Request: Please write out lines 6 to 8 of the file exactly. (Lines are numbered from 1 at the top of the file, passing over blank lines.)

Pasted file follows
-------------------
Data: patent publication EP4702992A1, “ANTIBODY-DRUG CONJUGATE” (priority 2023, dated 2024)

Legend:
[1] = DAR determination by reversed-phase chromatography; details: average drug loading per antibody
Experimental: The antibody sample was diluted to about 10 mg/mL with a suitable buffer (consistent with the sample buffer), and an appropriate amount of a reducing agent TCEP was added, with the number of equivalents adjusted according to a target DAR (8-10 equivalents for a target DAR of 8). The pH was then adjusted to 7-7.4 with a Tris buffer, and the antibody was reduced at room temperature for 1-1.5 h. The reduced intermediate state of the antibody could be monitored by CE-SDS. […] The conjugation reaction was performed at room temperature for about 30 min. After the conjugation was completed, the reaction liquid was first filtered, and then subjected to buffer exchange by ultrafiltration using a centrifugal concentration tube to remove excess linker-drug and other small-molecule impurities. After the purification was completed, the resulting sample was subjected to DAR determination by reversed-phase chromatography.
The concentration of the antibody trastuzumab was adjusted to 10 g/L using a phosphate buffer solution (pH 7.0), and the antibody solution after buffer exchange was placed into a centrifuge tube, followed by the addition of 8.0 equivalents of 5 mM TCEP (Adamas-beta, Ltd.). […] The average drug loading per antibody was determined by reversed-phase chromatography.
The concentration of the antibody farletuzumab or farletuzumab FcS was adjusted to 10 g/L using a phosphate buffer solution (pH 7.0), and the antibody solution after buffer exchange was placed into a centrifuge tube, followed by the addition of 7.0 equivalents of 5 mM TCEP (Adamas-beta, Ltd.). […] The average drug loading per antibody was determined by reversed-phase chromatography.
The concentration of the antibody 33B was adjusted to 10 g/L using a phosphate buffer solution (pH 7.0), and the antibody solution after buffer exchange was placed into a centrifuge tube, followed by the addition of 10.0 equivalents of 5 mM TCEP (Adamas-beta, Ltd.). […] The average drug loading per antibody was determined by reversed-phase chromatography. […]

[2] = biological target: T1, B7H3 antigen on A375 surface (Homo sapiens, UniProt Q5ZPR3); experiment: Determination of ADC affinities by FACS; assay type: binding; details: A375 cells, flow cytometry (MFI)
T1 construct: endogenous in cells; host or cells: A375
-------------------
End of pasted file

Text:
The concentration of the antibody farletuzumab or farletuzumab FcS was adjusted to 10 g/L using a phosphate buffer solution (pH 7.0), and the antibody solution after buffer exchange was placed into a centrifuge tube, followed by the addition of 7.0 equivalents of 5 mM TCEP (Adamas-beta, Ltd.). […] The average drug loading per antibody was determined by reversed-phase chromatography.
The concentration of the antibody 33B was adjusted to 10 g/L using a phosphate buffer solution (pH 7.0), and the antibody solution after buffer exchange was placed into a centrifuge tube, followed by the addition of 10.0 equivalents of 5 mM TCEP (Adamas-beta, Ltd.). […] The average drug loading per antibody was determined by reversed-phase chromatography. […]

[2] = biological target: T1, B7H3 antigen on A375 surface (Homo sapiens, UniProt Q5ZPR3); experiment: Determination of ADC affinities by FACS; assay type: binding; details: A375 cells, flow cytometry (MFI)